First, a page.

Source of the Loue, medieval wheel ruts. Franche-Comté.

Source of the Loue, Franche-Comté.

Source of the Loue, Courbet painting. Franche-Comté.

Source of the Loue, Franche-Comté.

Source of the Loue, Franche-Comté.
Wednesday 11th October 2017, Gien.
We took our farewells of Suzanne and Roland, making good progress through vineyards of Beaune and over the hills of the Morvan, through wonderful autumn colours. Our progress was so good that we passed two potential campsites only to find the third at Saint-Sauveur-en-Puisay closed, meaning an additional drive to Gien where we arrived exhausted.

Vineyards. Beaune, Burgundy.
Thursday 12th October 2017, Chartres.
A more relaxed day. We visited Gien in the morning where there was chaos on the bridge over the Loire as the roads were closed because trees were being pollarded. Fearing a gathering of spectators watching the men at work, there was a heavy presence of armed soldiers. Outside the châtean above the town was an exhibition on the battle of Gien in 1940. After the fall of Paris more than a million people fled across the bridge to the relative safety of the south bank of the Loire. The Germans in hot pursuit bombed and assaulted the town, destroying the church and many of the houses. The château was spared thanks to a thunderstorm extinguishing the flames. The church was later rebuilt in a neo-gothic style in the red brick that is widely used along this part of the Loire. The roads around Orleans were quieter than expected, so we were soon heading north towards Chartres with the viaduct of the Aérotrain running parallel to the road on our right. The Aérotrain was a hovertrain developed in France from 1965 by Jean Bertin. The principle was similar to magnetic levitation railways, also under development at that time. The train would hover above the tracks, thus avoiding friction from the ground, but without the technical complexity of magnetic levitation. The track north of Orléans was the third and longest test track to be built. It was constructed in 1969 and was 18 km long, permitting speeds of up to 400 km/h. It was elevated five metres about the ground on concrete pillars and it was hoped that it would eventually form part of a Paris-Orléans line. However the project was abandoned in 1977 due to lack of funding, the death of Jean Bertin, and the adoption of the TGV by the French government as its high-speed transport solution. The abandoned line remains today as a prominent landmark in the flat open plains around Chartres, substantially intact, but cut through by the motorway, a monument to a failed technological initiative.

We arrived in the campsite in time to walk into town beside the River Eure with a beautiful view of the three main churches in Chartres – Saint Pierre, the priory of Saint Vincent and the Cathedral. Of course we had to admire the unparalleled expanse of medieval stained glass and also the wonderful series of scenes from the life of Christ and the Virgin Mary on the monumental choir screen which was begun about 1510 and not completed until the early 18th century. We added Our Lady's nighty to our selection of unlikely relics - apparently with a pedigree going back to at least sixth century Byzantium and dated by some scientists to the first century. However it was largely ignored by visitors in favour of the nearby sixteenth century image of Our Lady of the Pillar, a clothed statue with an audience rapt in fervent contemplation, some of them posting written requests into an urn.

Château. Gien, France.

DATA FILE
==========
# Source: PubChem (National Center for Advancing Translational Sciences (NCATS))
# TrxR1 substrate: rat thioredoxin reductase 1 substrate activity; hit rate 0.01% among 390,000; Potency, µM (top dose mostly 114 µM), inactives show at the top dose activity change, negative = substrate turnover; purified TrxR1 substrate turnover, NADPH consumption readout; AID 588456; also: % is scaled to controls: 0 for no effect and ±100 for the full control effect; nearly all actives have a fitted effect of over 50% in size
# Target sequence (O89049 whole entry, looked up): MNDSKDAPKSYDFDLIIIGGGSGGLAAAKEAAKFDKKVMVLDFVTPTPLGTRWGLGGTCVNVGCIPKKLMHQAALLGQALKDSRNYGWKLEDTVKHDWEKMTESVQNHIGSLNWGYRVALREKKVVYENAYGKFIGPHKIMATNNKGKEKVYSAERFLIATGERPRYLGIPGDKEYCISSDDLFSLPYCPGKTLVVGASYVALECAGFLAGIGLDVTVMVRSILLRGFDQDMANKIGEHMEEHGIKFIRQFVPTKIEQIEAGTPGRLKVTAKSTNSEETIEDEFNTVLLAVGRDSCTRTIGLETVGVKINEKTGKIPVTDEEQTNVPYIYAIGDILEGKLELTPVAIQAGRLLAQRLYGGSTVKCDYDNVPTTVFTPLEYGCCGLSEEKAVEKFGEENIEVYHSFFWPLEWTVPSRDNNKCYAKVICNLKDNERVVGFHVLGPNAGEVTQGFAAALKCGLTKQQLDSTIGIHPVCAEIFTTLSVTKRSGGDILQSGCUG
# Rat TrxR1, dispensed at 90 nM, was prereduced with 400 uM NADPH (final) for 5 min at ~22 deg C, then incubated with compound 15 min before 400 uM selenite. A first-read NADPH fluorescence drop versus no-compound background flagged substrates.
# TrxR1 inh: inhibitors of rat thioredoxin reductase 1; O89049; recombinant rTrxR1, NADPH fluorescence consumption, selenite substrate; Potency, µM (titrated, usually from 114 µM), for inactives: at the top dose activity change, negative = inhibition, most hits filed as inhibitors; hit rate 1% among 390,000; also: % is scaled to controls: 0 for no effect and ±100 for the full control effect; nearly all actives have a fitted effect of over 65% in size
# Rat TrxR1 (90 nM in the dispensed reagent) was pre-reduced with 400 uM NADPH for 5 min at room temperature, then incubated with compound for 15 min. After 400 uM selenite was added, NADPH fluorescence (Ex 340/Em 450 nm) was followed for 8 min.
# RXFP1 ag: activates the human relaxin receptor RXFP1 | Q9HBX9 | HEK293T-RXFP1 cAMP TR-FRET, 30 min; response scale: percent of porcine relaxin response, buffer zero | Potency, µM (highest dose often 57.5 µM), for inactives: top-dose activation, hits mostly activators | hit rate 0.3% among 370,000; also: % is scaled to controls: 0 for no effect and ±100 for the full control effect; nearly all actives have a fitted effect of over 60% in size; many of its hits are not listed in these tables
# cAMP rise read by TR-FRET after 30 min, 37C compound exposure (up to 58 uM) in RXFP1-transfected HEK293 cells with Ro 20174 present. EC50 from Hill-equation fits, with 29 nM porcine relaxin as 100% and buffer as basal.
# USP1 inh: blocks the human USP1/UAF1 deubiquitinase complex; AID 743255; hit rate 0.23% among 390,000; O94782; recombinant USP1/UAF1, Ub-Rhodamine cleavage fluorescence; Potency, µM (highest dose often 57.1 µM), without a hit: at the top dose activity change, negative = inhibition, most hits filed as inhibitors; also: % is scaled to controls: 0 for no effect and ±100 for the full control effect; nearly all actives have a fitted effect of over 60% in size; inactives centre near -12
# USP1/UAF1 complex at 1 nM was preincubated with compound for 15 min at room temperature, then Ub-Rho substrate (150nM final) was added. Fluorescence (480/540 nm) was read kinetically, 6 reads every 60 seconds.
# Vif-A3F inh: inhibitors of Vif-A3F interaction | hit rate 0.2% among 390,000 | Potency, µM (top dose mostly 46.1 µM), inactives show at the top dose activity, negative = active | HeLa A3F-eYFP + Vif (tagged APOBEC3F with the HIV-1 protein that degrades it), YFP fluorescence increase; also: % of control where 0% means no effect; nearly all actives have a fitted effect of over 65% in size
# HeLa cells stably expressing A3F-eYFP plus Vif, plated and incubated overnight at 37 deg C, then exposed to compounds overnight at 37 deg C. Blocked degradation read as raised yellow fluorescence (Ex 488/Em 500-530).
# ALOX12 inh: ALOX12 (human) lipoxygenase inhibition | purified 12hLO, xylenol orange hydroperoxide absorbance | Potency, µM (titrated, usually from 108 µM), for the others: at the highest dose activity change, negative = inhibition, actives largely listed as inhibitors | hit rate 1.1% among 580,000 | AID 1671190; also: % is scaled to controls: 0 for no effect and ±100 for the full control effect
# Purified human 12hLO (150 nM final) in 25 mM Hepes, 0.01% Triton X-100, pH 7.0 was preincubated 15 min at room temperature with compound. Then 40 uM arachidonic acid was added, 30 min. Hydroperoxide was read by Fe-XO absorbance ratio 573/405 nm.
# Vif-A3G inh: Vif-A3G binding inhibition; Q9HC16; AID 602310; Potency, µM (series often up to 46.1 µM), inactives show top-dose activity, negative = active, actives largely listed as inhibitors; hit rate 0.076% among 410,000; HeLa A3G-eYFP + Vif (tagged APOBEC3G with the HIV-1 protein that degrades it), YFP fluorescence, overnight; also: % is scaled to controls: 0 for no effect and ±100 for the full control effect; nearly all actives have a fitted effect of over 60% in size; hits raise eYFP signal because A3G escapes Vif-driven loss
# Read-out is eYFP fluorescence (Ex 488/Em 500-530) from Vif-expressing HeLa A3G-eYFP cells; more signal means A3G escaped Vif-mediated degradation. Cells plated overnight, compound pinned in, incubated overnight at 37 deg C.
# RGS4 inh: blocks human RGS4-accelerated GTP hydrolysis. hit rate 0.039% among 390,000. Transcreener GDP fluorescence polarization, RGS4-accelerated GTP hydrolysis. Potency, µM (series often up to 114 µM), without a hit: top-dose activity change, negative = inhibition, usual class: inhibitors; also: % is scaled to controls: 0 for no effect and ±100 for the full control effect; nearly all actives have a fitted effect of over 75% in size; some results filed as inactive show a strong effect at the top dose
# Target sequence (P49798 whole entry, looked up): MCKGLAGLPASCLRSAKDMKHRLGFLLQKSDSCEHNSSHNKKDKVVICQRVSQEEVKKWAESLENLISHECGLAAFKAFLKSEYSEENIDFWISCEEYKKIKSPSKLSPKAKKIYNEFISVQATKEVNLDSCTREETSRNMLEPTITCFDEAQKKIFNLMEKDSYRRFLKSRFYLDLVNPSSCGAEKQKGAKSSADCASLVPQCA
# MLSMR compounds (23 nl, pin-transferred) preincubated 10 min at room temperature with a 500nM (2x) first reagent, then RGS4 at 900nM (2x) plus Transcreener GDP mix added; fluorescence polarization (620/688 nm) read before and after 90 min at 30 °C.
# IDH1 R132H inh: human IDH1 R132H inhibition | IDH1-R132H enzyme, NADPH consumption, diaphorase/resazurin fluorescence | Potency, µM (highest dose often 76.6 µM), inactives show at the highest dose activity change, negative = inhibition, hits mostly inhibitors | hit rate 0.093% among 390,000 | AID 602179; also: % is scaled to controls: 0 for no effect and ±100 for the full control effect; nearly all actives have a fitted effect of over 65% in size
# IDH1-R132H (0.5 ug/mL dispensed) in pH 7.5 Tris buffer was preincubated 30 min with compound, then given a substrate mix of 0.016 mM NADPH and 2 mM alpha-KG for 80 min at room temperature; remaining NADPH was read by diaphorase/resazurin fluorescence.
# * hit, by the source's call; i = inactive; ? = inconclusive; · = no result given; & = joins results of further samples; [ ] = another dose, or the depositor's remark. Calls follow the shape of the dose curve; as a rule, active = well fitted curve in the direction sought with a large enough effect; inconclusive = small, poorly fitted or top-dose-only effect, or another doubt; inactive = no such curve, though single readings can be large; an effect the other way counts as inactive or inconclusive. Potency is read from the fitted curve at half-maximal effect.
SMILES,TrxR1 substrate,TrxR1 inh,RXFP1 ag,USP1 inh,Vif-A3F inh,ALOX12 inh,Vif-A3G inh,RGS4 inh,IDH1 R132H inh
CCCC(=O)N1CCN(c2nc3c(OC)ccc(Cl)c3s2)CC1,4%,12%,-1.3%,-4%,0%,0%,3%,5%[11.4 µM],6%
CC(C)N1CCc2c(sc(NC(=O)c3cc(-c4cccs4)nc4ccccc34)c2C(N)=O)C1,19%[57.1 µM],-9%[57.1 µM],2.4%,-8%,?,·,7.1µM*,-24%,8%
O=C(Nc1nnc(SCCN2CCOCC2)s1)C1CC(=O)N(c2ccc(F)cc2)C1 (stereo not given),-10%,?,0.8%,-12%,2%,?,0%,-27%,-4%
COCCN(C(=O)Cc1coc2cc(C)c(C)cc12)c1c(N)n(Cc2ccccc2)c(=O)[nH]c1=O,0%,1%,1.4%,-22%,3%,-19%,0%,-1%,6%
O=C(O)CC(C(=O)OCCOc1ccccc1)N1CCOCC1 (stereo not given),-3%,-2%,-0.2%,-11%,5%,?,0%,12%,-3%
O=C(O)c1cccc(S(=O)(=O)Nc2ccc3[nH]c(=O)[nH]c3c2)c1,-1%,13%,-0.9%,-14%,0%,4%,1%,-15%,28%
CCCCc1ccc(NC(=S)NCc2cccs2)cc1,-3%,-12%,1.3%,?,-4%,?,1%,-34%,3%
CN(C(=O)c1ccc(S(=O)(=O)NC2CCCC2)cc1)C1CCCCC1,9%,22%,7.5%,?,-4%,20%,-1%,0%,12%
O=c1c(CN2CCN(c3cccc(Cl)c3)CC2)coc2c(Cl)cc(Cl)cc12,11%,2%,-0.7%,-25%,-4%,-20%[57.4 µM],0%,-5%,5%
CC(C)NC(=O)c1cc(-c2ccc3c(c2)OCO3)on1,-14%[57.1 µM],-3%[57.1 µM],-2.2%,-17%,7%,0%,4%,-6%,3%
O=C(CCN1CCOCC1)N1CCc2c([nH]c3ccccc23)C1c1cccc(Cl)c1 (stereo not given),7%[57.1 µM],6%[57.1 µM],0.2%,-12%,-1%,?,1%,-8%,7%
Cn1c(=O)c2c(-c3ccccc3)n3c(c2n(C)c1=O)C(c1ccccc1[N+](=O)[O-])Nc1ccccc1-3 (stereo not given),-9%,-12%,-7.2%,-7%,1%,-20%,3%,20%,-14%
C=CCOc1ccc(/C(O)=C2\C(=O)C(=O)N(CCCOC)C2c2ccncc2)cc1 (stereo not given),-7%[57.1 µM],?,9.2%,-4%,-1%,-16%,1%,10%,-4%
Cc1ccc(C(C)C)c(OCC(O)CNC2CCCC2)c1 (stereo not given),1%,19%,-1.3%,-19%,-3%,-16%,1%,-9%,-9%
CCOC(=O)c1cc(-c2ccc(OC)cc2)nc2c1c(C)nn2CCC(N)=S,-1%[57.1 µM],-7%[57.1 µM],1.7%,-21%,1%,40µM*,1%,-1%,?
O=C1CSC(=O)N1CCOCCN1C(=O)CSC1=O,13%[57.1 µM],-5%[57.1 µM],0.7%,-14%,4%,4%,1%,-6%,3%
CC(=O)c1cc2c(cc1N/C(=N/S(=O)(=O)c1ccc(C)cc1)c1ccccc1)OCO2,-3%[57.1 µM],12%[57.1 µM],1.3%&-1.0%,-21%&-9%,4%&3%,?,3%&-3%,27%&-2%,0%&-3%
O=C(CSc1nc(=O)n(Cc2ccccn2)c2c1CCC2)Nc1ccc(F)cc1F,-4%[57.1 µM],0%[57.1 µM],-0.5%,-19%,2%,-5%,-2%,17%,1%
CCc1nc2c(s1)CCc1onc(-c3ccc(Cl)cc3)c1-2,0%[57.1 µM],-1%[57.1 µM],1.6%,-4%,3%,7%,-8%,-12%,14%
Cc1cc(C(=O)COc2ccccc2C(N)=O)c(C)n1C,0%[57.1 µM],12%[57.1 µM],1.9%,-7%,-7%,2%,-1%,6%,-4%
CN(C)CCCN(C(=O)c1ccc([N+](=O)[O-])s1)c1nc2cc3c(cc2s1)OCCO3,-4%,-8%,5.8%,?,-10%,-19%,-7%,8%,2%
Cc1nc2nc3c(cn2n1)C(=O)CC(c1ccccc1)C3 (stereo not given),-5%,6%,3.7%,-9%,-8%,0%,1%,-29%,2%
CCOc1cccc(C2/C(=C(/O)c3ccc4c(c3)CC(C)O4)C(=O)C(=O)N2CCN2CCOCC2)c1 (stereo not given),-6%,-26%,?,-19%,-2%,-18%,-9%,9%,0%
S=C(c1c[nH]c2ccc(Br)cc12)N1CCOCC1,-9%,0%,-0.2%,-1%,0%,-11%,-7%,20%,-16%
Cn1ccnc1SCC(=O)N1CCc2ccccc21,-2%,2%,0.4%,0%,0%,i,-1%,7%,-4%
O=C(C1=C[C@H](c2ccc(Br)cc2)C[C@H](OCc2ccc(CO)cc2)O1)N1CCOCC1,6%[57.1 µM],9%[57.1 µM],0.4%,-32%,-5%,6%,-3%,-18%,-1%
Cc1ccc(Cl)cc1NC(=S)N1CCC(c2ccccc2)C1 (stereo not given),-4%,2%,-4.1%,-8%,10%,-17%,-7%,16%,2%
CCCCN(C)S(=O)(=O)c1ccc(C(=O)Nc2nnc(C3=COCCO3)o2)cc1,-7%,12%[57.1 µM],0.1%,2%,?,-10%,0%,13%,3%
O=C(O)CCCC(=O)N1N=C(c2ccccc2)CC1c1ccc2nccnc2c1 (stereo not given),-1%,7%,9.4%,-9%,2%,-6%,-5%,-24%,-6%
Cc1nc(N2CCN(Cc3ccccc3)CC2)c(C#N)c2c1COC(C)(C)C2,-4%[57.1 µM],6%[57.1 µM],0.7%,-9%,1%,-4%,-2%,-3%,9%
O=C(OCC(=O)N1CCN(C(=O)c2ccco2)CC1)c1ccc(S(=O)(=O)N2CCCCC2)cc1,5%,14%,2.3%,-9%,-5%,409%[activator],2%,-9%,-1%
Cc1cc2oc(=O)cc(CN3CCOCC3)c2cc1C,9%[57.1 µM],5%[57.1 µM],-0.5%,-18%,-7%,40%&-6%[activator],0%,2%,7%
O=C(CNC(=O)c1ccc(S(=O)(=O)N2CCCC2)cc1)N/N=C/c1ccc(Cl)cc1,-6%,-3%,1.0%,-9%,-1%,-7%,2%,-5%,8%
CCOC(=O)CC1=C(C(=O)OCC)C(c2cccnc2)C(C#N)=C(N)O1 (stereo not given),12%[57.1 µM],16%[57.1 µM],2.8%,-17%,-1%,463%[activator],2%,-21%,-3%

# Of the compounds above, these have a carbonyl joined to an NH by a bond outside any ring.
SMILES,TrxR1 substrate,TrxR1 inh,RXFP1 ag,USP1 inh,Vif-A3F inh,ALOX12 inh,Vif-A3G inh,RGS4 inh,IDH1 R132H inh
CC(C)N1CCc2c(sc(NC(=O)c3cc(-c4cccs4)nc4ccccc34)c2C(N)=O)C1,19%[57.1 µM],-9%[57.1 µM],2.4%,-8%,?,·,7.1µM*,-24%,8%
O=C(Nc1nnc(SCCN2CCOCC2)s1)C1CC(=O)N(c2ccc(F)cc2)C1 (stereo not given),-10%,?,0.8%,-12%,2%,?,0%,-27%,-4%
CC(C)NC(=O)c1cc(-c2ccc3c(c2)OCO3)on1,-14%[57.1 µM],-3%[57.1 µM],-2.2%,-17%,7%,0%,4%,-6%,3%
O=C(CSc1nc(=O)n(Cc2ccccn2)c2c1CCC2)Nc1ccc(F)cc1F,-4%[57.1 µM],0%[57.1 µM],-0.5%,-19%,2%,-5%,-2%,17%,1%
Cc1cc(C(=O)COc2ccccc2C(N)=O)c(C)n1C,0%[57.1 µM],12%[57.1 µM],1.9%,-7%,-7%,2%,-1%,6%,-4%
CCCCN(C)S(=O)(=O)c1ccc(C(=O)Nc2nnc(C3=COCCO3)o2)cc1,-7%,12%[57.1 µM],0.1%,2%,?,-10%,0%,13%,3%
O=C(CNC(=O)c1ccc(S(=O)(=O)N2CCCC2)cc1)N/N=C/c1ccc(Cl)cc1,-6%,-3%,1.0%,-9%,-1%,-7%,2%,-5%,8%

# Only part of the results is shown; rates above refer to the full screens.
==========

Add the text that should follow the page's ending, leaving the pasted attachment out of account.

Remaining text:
Church. War damage, Gien, France.

River scene. Chartres, France.

Maison du saumon. Chartres, France.

Cathedral. Stained glass. Chartres, France.

Cathedral. Virgin Mary's shift. Chartres, France.

Cathedral. Life of Christ. Clock. Chartres, France.

Vegetable market. Chartres, France.

Friday 13th October 2017, Caen.
During our drive to Caen we stopped at Verneuil-sur-Avre, a little town we had never visited before. It proved to be an attractive place with some fine early red brick and stone houses. In the church we discovered a local worthy the abbé Jean-Jacques Morel (1766-1852) who had links with Hampstead where, seeking exile during the Revolution, he founded a Catholic parish in 1816.

Église Saint-Jean. Verneuil-sur-Avre, Normandy.

Rue de la Madelaine. Houses. Verneuil-sur-Avre, Normandy.

Rue de la Madelaine. Houses with church. Verneuil-sur-Avre, Normandy.

Rue de la Madelaine. Houses with church. Verneuil-sur-Avre, Normandy.

Église de la Madelaine. Tower. Verneuil-sur-Avre, Normandy.

Église de la Madelaine. Entombment. c.1520. Verneuil-sur-Avre, Normandy.

Église de la Madelaine. Nativity. C.1840. Verneuil-sur-Avre, Normandy.
Abbé Jean-Jacques Morel, portrait. Verneuil-sur-Avre, Normandy.
Saturday 14th October 2017, Caen
Our first day back in Caen was a beautiful warm day and we took the opportunity of having lunch in the garden followed by a trip to Lion-sur-Mer in afternoon – encountering a thick wall of sea mist two miles inland.

Lunch in garden. Geneviève and Jill. Caen, Normandy.

Houses. Lion-sur-Mer, Normandy.

Promenade. Geneviève and Jill. Lion-sur-Mer, Normandy.

Houses. Lion-sur-Mer, Normandy.
Sunday 15th October 2017, Caen.
Today we took a trip towards the Suiss Normande, visiting the Château de Pontécoulant and taking a walk through the woods, gathering chestnuts, before moving on to have a coffee in the pretty village of Clécy.

Château. Pontécoulant, Normandy.

Château. Pontécoulant, Normandy.
Monday 16th October 2017, Caen.
Our last day was devoted to packing before going into town for lunch with friends.

Tuesday 17th October 2017, Caen.
We took ferry in the early dawn, the crossing was calm despite the nearby storm Ophelia. Jill was still nursing aches and pains from her fall which gradually diminished over the following weeks. The notes from this trip had to wait until the following March before they were finally written up, which accounts for the somewhat patchy nature of this narrative and its posting out of sequence with our trip to Cyprus.